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Sunday, May 29, 2011

Apple Trees

Every year, I like to paint my apple trees.  Last year, they bloomed too early; this year, with the cool, wet spring, they are late.  But, then, I've also seen them bloom in mid-June, so maybe this year they are actually right on time!  At any rate, they have just started.  My project for the next several days is to paint several large canvases of them for a show I have in August.

Campobello Island once had many family farms, and apples were planted aplenty.  Our property was such a farm, and it still has perhaps a dozen different types of apples.  Some are good for eating right off the tree, some need to be cooked first, and a few, I'm told, need to sit in an apple cellar for a winter, and those will become the sweetest.  A couple trees in the dooryard must be a hundred years old.  All of the trees could use pruning; we don't do much more than cut down the raspberry canes around them once a year so we can at least get to a few apples each fall.

It has been a cool and foggy week.  When I first noticed the buds were beginning to swell, I waited one more day until they began to open a bit.  Then I set up and blocked in an 18x24 canvas, just to get the foundation of value and color laid in.  The second day, the trees had opened a bit more, so I set up again to refine the relationships of the big shapes.  (If you aren't sure what I'm talking about here, you might check out my mini-video on Adjusting Shape Relationships.  Now some of the trees have exploded into bloom - but not the trees I was painting!  However, the blooming ones were close enough that I was able to use them for a model.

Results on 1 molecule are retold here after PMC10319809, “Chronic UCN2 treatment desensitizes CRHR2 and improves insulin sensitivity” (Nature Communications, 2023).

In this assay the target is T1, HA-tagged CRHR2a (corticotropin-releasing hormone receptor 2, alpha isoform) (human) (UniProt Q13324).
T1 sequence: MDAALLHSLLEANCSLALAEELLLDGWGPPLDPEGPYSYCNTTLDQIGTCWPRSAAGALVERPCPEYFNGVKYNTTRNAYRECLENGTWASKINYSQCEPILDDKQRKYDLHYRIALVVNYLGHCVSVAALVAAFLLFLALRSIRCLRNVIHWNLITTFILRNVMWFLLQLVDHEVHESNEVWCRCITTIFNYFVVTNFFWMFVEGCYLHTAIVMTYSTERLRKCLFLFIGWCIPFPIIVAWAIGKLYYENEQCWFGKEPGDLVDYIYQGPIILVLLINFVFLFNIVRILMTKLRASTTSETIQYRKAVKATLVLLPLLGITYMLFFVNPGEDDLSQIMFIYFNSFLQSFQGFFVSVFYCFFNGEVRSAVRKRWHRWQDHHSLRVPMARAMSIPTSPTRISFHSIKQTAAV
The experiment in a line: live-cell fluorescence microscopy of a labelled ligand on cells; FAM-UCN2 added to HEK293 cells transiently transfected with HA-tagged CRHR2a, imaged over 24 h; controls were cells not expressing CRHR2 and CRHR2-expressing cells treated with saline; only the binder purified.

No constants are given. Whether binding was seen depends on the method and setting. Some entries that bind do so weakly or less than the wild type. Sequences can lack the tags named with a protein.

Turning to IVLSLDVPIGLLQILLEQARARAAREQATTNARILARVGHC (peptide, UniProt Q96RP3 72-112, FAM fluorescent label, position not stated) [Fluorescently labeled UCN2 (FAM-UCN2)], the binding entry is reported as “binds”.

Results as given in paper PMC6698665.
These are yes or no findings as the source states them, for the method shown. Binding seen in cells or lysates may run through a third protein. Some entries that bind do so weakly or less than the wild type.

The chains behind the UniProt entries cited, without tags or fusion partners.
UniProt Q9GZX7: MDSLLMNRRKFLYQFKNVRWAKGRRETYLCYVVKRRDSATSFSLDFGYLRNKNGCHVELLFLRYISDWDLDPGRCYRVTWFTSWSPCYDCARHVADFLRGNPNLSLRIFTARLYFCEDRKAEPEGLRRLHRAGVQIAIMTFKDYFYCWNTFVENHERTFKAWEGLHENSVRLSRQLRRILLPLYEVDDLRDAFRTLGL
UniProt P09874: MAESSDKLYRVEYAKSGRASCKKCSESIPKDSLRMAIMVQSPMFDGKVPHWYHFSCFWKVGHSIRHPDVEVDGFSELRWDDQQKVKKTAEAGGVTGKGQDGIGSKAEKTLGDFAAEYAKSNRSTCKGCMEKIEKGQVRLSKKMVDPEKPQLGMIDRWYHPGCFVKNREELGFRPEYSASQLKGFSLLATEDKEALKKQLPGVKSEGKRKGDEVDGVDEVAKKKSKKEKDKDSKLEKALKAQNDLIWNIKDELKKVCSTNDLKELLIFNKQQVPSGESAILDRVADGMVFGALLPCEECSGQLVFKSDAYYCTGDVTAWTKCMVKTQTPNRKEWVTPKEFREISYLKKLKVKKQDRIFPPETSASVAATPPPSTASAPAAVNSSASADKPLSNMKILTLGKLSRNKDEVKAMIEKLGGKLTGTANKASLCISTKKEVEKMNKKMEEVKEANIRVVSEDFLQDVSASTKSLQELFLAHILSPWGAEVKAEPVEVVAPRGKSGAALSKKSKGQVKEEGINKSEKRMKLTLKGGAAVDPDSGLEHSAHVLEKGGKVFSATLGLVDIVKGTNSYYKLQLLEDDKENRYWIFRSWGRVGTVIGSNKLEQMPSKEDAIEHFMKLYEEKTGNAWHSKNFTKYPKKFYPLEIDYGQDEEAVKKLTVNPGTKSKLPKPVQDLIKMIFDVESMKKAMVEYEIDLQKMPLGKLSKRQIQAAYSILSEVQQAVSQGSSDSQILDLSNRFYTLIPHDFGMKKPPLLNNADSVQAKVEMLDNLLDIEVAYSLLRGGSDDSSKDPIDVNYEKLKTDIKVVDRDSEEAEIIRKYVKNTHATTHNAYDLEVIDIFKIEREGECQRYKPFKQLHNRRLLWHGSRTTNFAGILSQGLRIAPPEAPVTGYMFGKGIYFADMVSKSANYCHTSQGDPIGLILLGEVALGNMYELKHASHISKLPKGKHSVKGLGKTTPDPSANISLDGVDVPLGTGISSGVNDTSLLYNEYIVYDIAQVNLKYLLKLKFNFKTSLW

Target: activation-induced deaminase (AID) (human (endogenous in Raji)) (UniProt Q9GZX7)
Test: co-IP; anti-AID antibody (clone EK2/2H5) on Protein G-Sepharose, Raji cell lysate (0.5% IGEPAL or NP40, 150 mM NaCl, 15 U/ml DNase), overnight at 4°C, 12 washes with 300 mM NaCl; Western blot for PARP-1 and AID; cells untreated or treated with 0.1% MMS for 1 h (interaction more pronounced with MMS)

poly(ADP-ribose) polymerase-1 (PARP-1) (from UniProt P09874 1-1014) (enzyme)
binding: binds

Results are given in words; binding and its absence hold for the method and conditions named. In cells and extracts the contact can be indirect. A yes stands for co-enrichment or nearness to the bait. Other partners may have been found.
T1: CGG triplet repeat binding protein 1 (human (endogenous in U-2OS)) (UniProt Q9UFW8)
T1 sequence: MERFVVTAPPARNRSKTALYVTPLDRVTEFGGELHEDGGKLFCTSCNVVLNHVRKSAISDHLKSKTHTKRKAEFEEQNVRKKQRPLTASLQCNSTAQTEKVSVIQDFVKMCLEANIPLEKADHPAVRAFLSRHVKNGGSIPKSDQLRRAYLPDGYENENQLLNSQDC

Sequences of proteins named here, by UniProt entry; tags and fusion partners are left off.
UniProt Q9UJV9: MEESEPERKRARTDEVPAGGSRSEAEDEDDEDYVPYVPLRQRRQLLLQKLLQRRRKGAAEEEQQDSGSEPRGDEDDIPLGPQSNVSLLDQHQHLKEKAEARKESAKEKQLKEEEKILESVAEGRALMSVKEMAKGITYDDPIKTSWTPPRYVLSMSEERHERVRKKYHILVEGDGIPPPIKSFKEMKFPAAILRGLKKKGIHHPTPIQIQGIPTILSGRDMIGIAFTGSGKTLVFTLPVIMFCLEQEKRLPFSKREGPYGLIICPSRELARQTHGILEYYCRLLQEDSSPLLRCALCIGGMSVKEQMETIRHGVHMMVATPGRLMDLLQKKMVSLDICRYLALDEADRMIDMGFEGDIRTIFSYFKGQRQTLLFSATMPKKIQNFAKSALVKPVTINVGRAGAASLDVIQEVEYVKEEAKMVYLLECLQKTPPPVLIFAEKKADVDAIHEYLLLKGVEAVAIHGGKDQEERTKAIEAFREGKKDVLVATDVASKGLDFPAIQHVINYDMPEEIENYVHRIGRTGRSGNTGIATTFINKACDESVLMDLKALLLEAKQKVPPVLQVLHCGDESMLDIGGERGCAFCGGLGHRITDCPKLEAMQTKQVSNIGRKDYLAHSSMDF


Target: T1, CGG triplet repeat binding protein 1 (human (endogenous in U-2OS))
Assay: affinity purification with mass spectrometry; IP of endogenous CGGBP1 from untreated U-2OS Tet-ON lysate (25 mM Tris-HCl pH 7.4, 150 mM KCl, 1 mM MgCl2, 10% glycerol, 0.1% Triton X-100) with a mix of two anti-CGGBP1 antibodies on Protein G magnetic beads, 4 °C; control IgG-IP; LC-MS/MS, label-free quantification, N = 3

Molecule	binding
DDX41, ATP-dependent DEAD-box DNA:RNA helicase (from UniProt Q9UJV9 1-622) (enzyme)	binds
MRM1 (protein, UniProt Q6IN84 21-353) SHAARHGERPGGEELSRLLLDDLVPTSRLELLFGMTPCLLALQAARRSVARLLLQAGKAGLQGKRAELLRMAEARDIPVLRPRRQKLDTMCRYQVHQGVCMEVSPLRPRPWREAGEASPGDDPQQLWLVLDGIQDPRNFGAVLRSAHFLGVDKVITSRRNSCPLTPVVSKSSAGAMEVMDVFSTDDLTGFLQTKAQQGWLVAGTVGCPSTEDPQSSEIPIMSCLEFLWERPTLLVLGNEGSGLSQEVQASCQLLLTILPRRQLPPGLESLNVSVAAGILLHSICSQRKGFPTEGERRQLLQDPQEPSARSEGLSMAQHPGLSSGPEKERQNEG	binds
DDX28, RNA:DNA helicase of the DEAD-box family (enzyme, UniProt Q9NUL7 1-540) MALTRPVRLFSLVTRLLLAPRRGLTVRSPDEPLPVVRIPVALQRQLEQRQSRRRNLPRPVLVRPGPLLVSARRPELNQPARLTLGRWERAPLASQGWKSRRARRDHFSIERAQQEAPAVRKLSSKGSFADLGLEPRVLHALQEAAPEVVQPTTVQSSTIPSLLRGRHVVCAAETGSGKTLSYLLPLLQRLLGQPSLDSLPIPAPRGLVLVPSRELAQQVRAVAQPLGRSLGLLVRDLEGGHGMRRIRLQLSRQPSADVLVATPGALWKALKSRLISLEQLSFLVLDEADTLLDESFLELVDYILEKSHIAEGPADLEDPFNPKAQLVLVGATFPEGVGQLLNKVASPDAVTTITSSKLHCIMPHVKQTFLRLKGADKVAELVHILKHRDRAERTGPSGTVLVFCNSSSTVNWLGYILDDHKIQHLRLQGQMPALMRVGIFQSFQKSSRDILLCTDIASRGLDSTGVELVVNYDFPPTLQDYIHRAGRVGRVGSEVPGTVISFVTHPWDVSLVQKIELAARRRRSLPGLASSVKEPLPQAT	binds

Below is a sequence of photos, plus the finished 18x24.  I plan to do a few more large ones, and I'll have to work fast - the blooms won't last more than a week or so.



End of Day One

End of Day Two

Final:  "Apple Trees and Raspberry Canes" 18x24, oil

Tuesday, May 24, 2011

Post-Postcard Poll - and Paintings Heading for Pennsylvania

I had good response yesterday to the poll regarding which postcard color scheme to use.  I always think doing graphic design by committee is a bad idea, but in this case, it was helpful.  A couple of you suggested I do a full bleed of the image, but the boat takes up such a large part of the real estate that a full bleed would crop it, and I did want the whole boat. Another suggested using black for the border, but I've found black to be too strong an element in these designs, having used it in the past.  Other colors could also be used - one reader suggested pulling a grey from the distant shore - and that looked nice, but I wanted a stronger color.  At any rate, the majority (over 60%) liked the sand-colored border, and that's what I'm going with.